Fasts, herbal detoxes, juice cleanses, activated charcoal … Despite the hype around these novel ways to nurture your health, there is no evidence that they do any good. So what should you do? Fitness pros Kylie Gates, Ben Main and Erin Maw share how they reset when they feel a little lackluster.

Read on and you’ll discover:

  • Why detox diets are appealing but unnecessary
  • How our body naturally provides all the detoxification we need
  • Why activated charcoal can actually hinder your nutrition
  • What weight loss (if any) you can expect from a detox (and where the weight loss will come from)
  • How to feel good without a detoxing

Social media, lifestyle sites and popular magazines are stacked with strategies designed to help us feel good about ourselves – and quick ‘detox’ diets are a common recommendation.

The idea that we need to periodically ‘reset’ our health has been exploited perfectly and expertly by an industry devoted to helping us detox, cleanse, or flush away all the ‘toxins’ we have supposedly accumulated as part of everyday modern life.

Are detox diets a waste of time and money?

Tempting as it is to buy into the idea of detoxing – especially if we're feeling sluggish – experts say it's really nothing but clever marketing: effective at cleansing our wallets and not much else.

The language of 'detox' is revealing. The marketing often uses terms that sound technical and vaguely medical, the implication being that toxins accumulate in our bodies and need to be cleansed from our systems so we can function properly.

An array of vague symptoms are attributed to these toxins, ranging from headaches to skin problems to weight gain. Detox products and diets promise to ‘flush’ these out of our bodies to make us feel fresh, clear-headed and lighter. Many programs also promise rapid weight loss, and to rid our bodies of unappealing-sounding issues like Candida.

Fitness professionals choose whole foods over a detox

Why a detox is unnecessary

But here’s the thing – our bodies do not need to be artificially cleansed. We have a complex and sophisticated in-built detoxification system made up of our skin, kidneys, lymphatic system, gastrointestinal system and liver. We’re covered.

Although detox advocates paint a grim picture of a toxic sludge-like build-up in our colons, or toxins accumulating in our kidneys and livers that need to be flushed out or cleansed periodically like a filter – this is not actually how our bodies work.

The organization Science Based Medicine puts it like this: "The liver is self-cleansing – toxins don't accumulate in it, and unless you have documented liver disease, it generally functions without any problem. The kidney excretes waste products into the urine – otherwise, that substance stays in the blood. Anyone who suggests these organs need a 'cleanse' is demonstrating that they don't understand basic anatomy or physiology.”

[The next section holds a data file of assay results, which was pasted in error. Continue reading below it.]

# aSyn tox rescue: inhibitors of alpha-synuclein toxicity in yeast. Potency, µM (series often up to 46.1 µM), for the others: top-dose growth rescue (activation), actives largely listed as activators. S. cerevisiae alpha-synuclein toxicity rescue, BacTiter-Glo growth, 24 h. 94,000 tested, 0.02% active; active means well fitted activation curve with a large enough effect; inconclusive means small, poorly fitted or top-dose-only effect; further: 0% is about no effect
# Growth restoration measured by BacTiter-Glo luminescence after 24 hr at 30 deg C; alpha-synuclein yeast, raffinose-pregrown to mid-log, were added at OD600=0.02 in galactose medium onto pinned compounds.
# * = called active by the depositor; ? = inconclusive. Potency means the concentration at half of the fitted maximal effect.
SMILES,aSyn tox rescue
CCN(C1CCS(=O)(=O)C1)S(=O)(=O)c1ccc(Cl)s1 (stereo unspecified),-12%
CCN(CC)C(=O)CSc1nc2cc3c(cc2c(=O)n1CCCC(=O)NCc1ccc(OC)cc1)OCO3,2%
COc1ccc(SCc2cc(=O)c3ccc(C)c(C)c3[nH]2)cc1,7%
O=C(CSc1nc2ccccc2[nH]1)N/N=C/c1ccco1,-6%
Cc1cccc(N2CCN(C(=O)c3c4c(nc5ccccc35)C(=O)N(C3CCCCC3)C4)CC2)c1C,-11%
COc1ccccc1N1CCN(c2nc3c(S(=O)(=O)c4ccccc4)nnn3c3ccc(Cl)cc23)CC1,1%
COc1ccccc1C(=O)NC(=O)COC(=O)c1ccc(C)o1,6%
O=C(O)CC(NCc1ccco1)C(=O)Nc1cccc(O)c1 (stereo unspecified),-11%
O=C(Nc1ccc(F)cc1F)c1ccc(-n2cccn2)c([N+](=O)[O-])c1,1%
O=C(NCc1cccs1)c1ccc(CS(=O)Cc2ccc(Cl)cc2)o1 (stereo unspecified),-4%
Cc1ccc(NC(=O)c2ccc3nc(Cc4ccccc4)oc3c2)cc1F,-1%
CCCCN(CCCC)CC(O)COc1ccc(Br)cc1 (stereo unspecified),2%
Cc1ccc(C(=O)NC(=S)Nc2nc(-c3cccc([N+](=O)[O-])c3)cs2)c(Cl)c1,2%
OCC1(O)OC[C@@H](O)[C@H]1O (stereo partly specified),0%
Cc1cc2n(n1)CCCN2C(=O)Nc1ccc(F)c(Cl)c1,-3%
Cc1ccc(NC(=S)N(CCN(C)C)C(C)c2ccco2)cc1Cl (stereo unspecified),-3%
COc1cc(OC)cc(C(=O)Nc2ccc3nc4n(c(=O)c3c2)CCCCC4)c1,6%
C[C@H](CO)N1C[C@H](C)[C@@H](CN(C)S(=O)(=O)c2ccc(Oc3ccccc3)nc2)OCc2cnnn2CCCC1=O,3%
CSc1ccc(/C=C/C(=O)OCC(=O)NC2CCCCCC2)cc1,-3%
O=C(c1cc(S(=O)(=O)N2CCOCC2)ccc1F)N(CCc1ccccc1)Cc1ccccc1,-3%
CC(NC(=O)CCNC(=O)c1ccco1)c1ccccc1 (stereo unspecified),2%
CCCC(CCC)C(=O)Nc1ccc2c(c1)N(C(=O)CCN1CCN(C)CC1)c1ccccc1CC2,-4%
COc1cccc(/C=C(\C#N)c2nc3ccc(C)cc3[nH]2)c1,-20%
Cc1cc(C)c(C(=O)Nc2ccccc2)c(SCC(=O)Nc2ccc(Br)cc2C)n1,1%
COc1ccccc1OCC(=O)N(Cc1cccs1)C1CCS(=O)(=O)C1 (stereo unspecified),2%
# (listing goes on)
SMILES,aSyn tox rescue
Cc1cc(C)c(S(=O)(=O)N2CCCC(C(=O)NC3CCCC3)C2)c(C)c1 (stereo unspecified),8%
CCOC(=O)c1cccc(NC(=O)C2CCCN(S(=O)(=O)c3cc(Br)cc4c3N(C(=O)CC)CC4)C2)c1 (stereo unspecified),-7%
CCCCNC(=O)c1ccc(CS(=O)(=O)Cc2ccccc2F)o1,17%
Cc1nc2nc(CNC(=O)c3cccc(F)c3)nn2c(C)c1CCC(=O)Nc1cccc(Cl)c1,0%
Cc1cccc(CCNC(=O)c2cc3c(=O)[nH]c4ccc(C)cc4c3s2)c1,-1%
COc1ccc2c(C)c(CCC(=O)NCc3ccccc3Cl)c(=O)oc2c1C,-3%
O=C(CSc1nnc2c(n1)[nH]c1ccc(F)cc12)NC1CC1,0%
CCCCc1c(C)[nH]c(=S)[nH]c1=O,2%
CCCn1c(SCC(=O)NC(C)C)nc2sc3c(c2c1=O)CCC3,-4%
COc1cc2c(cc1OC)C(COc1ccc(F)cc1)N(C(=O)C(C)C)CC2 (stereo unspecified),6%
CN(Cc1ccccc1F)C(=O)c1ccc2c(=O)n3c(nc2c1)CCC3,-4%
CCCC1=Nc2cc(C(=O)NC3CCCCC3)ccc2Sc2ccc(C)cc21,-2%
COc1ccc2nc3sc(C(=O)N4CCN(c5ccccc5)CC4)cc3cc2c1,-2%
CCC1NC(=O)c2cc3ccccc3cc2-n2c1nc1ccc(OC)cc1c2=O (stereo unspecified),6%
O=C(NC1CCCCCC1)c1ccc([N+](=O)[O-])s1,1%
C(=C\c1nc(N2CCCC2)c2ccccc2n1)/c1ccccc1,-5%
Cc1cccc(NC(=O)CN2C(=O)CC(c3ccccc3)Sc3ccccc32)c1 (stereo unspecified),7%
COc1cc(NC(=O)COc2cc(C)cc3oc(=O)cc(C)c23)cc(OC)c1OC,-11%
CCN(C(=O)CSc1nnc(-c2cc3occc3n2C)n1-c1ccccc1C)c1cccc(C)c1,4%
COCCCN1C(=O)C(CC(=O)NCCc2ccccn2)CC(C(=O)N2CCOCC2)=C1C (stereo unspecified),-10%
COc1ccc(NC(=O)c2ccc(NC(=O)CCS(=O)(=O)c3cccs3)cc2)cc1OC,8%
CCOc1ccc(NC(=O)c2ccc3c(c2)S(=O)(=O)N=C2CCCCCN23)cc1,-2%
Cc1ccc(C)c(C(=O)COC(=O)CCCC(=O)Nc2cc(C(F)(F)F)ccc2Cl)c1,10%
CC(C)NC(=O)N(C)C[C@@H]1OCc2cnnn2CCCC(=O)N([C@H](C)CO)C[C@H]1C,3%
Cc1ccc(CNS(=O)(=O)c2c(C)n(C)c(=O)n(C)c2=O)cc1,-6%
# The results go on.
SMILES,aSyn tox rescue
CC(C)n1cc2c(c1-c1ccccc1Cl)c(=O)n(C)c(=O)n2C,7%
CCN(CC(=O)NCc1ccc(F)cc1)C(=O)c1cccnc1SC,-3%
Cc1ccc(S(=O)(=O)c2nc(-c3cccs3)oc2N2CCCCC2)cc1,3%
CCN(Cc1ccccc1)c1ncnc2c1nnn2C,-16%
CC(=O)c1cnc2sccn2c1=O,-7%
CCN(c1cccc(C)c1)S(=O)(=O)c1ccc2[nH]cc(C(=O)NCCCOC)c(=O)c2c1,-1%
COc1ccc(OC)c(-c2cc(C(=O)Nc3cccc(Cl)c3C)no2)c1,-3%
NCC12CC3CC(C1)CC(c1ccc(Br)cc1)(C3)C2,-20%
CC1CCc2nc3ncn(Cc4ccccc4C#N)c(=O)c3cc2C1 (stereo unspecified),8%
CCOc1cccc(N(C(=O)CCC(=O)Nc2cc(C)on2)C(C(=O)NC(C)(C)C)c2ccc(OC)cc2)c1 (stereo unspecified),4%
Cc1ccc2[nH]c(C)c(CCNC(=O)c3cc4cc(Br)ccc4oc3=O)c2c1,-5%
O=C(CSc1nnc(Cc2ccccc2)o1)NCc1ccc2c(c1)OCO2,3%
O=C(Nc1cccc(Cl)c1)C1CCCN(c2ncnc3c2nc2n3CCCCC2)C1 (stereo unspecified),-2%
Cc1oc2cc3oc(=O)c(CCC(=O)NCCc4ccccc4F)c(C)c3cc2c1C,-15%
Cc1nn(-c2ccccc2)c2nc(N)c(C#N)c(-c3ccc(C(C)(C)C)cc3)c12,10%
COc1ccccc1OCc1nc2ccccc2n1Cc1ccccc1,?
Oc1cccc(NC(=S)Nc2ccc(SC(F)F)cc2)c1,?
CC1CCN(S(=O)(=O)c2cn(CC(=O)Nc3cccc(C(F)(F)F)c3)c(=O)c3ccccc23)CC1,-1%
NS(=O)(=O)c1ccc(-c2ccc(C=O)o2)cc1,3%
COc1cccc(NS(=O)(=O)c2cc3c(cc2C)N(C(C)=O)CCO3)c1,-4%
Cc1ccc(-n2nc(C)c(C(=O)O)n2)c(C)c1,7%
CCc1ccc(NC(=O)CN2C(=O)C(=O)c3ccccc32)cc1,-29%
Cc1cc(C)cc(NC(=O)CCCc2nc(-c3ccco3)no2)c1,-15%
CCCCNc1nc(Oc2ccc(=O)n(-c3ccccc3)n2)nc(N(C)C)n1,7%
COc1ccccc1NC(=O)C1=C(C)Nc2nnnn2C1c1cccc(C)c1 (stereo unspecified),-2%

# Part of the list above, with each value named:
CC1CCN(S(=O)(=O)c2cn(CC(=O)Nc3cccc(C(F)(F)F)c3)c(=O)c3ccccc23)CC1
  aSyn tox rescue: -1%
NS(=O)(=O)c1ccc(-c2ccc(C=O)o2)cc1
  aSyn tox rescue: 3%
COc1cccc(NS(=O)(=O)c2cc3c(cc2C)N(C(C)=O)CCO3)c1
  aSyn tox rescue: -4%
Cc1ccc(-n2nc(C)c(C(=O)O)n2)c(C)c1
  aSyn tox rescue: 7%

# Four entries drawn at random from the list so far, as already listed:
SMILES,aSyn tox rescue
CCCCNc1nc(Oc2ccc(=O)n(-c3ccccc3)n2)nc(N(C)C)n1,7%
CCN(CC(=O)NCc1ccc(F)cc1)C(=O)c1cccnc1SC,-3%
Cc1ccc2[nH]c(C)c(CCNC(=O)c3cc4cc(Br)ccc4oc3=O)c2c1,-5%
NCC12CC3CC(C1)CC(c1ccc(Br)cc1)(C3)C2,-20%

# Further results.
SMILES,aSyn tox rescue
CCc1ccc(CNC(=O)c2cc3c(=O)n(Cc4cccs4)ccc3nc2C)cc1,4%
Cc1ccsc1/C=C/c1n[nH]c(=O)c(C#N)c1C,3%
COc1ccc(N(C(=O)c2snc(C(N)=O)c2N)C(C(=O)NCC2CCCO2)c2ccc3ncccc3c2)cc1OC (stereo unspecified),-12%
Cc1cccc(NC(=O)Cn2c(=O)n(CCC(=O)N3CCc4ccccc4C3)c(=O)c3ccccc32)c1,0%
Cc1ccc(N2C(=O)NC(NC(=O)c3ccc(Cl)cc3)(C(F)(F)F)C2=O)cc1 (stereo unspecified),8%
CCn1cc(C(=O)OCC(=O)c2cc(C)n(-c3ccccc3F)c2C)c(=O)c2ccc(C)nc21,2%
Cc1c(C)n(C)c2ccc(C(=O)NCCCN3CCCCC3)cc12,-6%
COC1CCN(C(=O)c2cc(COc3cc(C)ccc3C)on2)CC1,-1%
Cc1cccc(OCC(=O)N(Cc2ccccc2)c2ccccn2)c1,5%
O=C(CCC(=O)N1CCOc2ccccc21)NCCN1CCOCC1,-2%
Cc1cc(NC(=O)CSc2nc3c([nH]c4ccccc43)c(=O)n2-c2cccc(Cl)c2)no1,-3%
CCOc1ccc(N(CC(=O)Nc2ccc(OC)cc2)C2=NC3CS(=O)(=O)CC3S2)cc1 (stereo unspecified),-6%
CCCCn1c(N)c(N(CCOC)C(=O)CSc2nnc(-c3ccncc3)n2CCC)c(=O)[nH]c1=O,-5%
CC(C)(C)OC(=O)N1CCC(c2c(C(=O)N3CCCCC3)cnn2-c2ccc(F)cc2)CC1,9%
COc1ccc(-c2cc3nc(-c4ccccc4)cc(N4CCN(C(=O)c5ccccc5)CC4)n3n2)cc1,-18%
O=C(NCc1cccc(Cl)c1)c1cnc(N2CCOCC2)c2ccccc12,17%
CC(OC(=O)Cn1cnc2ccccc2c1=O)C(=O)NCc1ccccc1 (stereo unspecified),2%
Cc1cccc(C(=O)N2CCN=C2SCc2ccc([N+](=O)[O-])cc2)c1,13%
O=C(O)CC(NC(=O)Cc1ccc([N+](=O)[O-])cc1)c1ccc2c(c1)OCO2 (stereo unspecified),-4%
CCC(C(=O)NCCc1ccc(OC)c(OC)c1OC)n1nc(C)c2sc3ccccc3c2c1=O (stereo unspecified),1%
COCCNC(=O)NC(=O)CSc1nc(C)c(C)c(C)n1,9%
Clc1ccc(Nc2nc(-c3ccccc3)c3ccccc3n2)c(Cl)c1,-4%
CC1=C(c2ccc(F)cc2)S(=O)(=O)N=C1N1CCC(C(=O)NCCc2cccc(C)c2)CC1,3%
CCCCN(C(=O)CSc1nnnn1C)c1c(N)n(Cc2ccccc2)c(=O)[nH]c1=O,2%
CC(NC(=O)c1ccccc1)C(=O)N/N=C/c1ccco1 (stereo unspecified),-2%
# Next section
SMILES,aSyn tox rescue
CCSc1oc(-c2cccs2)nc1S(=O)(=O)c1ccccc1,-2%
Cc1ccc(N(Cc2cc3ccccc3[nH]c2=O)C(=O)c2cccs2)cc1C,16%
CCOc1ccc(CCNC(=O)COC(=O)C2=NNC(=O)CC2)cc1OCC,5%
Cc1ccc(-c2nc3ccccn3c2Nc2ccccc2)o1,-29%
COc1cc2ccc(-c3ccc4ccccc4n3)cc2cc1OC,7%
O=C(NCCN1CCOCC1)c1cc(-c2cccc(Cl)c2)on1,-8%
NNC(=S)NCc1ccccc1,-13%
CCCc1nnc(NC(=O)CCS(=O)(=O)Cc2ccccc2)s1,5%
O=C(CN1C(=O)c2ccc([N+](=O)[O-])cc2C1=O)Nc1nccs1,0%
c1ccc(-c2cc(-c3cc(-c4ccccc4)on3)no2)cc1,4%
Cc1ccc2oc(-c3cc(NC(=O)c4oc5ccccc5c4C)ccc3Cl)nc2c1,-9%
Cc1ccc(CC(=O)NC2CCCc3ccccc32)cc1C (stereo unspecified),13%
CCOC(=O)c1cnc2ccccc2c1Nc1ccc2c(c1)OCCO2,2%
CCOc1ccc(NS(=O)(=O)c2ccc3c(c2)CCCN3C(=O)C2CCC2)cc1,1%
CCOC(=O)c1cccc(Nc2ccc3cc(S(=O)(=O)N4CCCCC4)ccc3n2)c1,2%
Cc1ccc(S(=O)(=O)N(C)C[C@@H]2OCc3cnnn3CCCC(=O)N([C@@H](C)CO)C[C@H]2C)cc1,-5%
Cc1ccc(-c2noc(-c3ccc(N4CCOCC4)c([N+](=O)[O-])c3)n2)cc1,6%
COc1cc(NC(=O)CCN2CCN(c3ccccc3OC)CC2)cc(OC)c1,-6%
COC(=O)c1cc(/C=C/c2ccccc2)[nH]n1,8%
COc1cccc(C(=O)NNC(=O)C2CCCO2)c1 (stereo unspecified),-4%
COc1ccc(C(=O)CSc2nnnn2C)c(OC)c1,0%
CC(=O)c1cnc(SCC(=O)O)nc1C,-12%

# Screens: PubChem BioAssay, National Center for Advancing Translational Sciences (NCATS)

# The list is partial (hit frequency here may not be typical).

It’s the same story with Candida – a yeast most of us have on or in our bodies. It generally doesn’t cause problems. Science Based Medicine calls it “a made-up cause of disease and illness” for which there is no evidence. We do not need a detox regimen, they say, to sort out this non-problem.

Does activated charcoal detoxify your body?

Another popular substance you might see pop up in detox kits is charcoal. The claim is that activated charcoal will absorb the bad stuff we've been eating and drinking and help cleanse us from the inside. Charcoal is indeed used in the context of medical detox – when people need to be treated for drug overdose or poisoning – but there's no evidence it does anything in supplement form. In fact, it might actually hinder nutrition, as there is evidence it can bind to vitamins and minerals that do us good.

Why do people feel better - or at least cleansed - when they do detoxes?

The effects people sometimes feel are not from toxins being eliminated, they're from a combination of eating much less than usual and the laxative ingredients often found in detox supplements and juices. Any weight loss is likely to be water – and temporary.

If we really want to improve our health for the new year, nutritionists favor a more moderate approach: try to re-establish regular exercise and sleep patterns, add more vegetables and fruit to our daily diet, and concentrate on whole, fresh foods. If we do want to eliminate something, cut out alcohol for a week or two. Combined with adding more good things, it's highly likely we'll feel fresher and more energetic, with no detox kit required.

Kylie Gates chooses a whole foods diet over detoxing


For fitness pro Erin Maw, paying attention to gut health makes it easy to know when her body needs a reset. “You know your body needs a little love when your bowel movements are irregular. It may seem a little ewwww, but the best way to know your gut is happy is consistent bowel movements.” When Erin experiences bloating or irregular bowel movements she says it is often down to too much artificial sweetener. “Sometimes you think you’re eating healthily, but if you have too much artificial sweetener it’s not great. I find going a few days cutting protein bars, protein powder, chewing gum and any coffee drinks that have stevia or monk fruit extract is just the reset I need.”

Kylie Gates, Les Mills Creative Director, considers detox diets a definite ‘no no’. Having spent years finely tuning her nutrition habits, she has learned what works best for her body. Now, when she is feeling lackluster (usually after travel or social commitments) she makes a point of focusing on giving her body the best fuel with clean eating and plenty of sleep.

Ben Main is a massive fan of hitting saunas and doing contrast therapy when he feels his body needs a little extra care. Eating wise, he follows a three-day rule: “I try to stick to whole foods, good proteins, fats and carb, for three days. If I can do those three days well then it usually kickstarts my body back into a healthy rhythm.”